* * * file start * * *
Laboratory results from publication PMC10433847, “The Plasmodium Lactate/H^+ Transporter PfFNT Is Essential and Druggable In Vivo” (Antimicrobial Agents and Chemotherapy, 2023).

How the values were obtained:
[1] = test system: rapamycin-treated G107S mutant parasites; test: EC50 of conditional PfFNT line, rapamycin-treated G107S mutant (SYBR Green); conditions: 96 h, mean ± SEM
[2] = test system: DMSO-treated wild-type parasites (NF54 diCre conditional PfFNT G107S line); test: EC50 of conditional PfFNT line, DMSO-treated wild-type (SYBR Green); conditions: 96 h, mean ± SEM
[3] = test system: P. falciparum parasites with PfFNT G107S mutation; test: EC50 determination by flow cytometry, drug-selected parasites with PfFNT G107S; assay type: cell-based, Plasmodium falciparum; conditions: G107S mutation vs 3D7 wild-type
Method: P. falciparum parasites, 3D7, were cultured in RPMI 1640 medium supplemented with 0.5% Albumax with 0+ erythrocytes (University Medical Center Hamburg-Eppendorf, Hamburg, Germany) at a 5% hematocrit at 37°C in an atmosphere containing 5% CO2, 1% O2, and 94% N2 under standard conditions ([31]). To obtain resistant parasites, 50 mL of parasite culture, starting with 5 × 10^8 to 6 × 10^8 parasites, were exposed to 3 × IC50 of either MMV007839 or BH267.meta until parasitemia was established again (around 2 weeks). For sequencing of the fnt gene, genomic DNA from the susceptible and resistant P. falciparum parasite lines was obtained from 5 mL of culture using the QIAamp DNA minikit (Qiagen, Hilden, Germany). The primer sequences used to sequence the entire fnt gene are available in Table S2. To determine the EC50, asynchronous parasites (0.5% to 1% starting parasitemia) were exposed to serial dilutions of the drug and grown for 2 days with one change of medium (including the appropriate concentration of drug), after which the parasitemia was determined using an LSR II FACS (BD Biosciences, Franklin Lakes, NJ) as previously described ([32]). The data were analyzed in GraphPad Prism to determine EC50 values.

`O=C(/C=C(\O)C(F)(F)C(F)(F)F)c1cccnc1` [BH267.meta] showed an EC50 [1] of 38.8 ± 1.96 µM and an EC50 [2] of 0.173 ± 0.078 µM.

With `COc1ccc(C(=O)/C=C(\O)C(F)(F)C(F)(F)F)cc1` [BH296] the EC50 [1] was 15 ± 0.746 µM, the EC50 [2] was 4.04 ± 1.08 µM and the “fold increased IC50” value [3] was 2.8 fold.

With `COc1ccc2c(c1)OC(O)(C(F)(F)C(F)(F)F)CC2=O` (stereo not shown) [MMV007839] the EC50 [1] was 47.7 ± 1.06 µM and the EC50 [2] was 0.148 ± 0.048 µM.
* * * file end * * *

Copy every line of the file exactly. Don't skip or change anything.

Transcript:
Laboratory results from publication PMC10433847, “The Plasmodium Lactate/H^+ Transporter PfFNT Is Essential and Druggable In Vivo” (Antimicrobial Agents and Chemotherapy, 2023).

How the values were obtained:
[1] = test system: rapamycin-treated G107S mutant parasites; test: EC50 of conditional PfFNT line, rapamycin-treated G107S mutant (SYBR Green); conditions: 96 h, mean ± SEM
[2] = test system: DMSO-treated wild-type parasites (NF54 diCre conditional PfFNT G107S line); test: EC50 of conditional PfFNT line, DMSO-treated wild-type (SYBR Green); conditions: 96 h, mean ± SEM
[3] = test system: P. falciparum parasites with PfFNT G107S mutation; test: EC50 determination by flow cytometry, drug-selected parasites with PfFNT G107S; assay type: cell-based, Plasmodium falciparum; conditions: G107S mutation vs 3D7 wild-type
Method: P. falciparum parasites, 3D7, were cultured in RPMI 1640 medium supplemented with 0.5% Albumax with 0+ erythrocytes (University Medical Center Hamburg-Eppendorf, Hamburg, Germany) at a 5% hematocrit at 37°C in an atmosphere containing 5% CO2, 1% O2, and 94% N2 under standard conditions ([31]). To obtain resistant parasites, 50 mL of parasite culture, starting with 5 × 10^8 to 6 × 10^8 parasites, were exposed to 3 × IC50 of either MMV007839 or BH267.meta until parasitemia was established again (around 2 weeks). For sequencing of the fnt gene, genomic DNA from the susceptible and resistant P. falciparum parasite lines was obtained from 5 mL of culture using the QIAamp DNA minikit (Qiagen, Hilden, Germany). The primer sequences used to sequence the entire fnt gene are available in Table S2. To determine the EC50, asynchronous parasites (0.5% to 1% starting parasitemia) were exposed to serial dilutions of the drug and grown for 2 days with one change of medium (including the appropriate concentration of drug), after which the parasitemia was determined using an LSR II FACS (BD Biosciences, Franklin Lakes, NJ) as previously described ([32]). The data were analyzed in GraphPad Prism to determine EC50 values.

`O=C(/C=C(\O)C(F)(F)C(F)(F)F)c1cccnc1` [BH267.meta] showed an EC50 [1] of 38.8 ± 1.96 µM and an EC50 [2] of 0.173 ± 0.078 µM.

With `COc1ccc(C(=O)/C=C(\O)C(F)(F)C(F)(F)F)cc1` [BH296] the EC50 [1] was 15 ± 0.746 µM, the EC50 [2] was 4.04 ± 1.08 µM and the “fold increased IC50” value [3] was 2.8 fold.

With `COc1ccc2c(c1)OC(O)(C(F)(F)C(F)(F)F)CC2=O` (stereo not shown) [MMV007839] the EC50 [1] was 47.7 ± 1.06 µM and the EC50 [2] was 0.148 ± 0.048 µM.